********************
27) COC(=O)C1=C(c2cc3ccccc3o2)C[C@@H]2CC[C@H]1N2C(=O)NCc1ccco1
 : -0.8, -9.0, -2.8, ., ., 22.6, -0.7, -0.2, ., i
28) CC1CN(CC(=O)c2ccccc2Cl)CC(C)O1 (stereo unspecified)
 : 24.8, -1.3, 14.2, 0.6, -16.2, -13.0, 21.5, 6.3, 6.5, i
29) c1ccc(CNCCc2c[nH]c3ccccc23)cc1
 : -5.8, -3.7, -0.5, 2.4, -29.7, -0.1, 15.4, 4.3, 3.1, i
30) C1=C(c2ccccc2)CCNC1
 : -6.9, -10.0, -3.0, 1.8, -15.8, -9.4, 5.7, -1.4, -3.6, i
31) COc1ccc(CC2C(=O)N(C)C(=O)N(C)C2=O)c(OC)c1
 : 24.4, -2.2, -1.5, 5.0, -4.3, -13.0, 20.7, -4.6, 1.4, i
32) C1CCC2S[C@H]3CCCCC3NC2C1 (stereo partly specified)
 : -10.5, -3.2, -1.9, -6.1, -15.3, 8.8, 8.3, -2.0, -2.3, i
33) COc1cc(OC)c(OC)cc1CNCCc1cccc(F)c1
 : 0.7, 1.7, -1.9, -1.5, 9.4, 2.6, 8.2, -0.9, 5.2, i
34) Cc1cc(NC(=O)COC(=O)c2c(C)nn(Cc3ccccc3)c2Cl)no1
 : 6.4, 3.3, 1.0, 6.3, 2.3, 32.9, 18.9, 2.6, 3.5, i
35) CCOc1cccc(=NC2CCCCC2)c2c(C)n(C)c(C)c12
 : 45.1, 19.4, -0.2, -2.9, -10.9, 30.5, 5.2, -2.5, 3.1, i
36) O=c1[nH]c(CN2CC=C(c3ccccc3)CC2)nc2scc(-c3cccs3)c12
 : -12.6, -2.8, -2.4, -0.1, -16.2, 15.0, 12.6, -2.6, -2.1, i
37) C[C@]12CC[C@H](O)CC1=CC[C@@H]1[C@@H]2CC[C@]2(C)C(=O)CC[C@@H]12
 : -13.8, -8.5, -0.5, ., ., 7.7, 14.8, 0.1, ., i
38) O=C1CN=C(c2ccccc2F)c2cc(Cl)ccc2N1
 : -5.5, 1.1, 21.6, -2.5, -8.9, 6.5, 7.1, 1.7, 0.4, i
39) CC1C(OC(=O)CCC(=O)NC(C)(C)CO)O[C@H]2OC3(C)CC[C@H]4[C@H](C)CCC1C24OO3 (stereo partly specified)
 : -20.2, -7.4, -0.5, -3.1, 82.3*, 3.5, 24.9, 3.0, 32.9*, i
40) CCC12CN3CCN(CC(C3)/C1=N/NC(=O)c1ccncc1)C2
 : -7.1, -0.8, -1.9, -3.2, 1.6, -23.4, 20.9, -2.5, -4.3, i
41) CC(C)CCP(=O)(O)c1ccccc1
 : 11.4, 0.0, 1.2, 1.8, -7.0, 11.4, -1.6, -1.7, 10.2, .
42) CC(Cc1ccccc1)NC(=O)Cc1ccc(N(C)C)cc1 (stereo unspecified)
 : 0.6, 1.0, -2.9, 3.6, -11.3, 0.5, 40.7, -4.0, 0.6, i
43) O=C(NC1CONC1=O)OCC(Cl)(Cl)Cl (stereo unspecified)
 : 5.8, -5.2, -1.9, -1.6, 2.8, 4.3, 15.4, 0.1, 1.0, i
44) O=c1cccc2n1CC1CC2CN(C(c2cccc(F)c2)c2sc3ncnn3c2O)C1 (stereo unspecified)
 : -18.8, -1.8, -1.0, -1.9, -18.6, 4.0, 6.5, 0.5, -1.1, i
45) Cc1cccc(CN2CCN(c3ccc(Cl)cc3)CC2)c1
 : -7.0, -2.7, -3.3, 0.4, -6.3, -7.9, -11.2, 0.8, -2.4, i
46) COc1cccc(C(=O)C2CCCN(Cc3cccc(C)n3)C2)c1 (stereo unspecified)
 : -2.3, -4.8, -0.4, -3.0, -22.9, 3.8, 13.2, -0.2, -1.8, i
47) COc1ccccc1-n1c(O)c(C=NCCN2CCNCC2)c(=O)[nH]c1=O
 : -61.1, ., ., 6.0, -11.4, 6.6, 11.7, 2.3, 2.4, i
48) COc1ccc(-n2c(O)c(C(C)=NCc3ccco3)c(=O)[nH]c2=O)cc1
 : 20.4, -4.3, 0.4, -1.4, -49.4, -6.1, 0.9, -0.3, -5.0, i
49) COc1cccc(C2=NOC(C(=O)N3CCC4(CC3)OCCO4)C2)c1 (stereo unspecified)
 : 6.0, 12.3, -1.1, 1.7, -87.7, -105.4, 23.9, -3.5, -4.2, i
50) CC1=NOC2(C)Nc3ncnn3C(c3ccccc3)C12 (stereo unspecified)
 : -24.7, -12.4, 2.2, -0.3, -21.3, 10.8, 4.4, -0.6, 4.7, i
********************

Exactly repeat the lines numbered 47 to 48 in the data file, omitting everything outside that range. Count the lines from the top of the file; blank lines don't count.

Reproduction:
50) CC1=NOC2(C)Nc3ncnn3C(c3ccccc3)C12 (stereo unspecified)
 : -24.7, -12.4, 2.2, -0.3, -21.3, 10.8, 4.4, -0.6, 4.7, i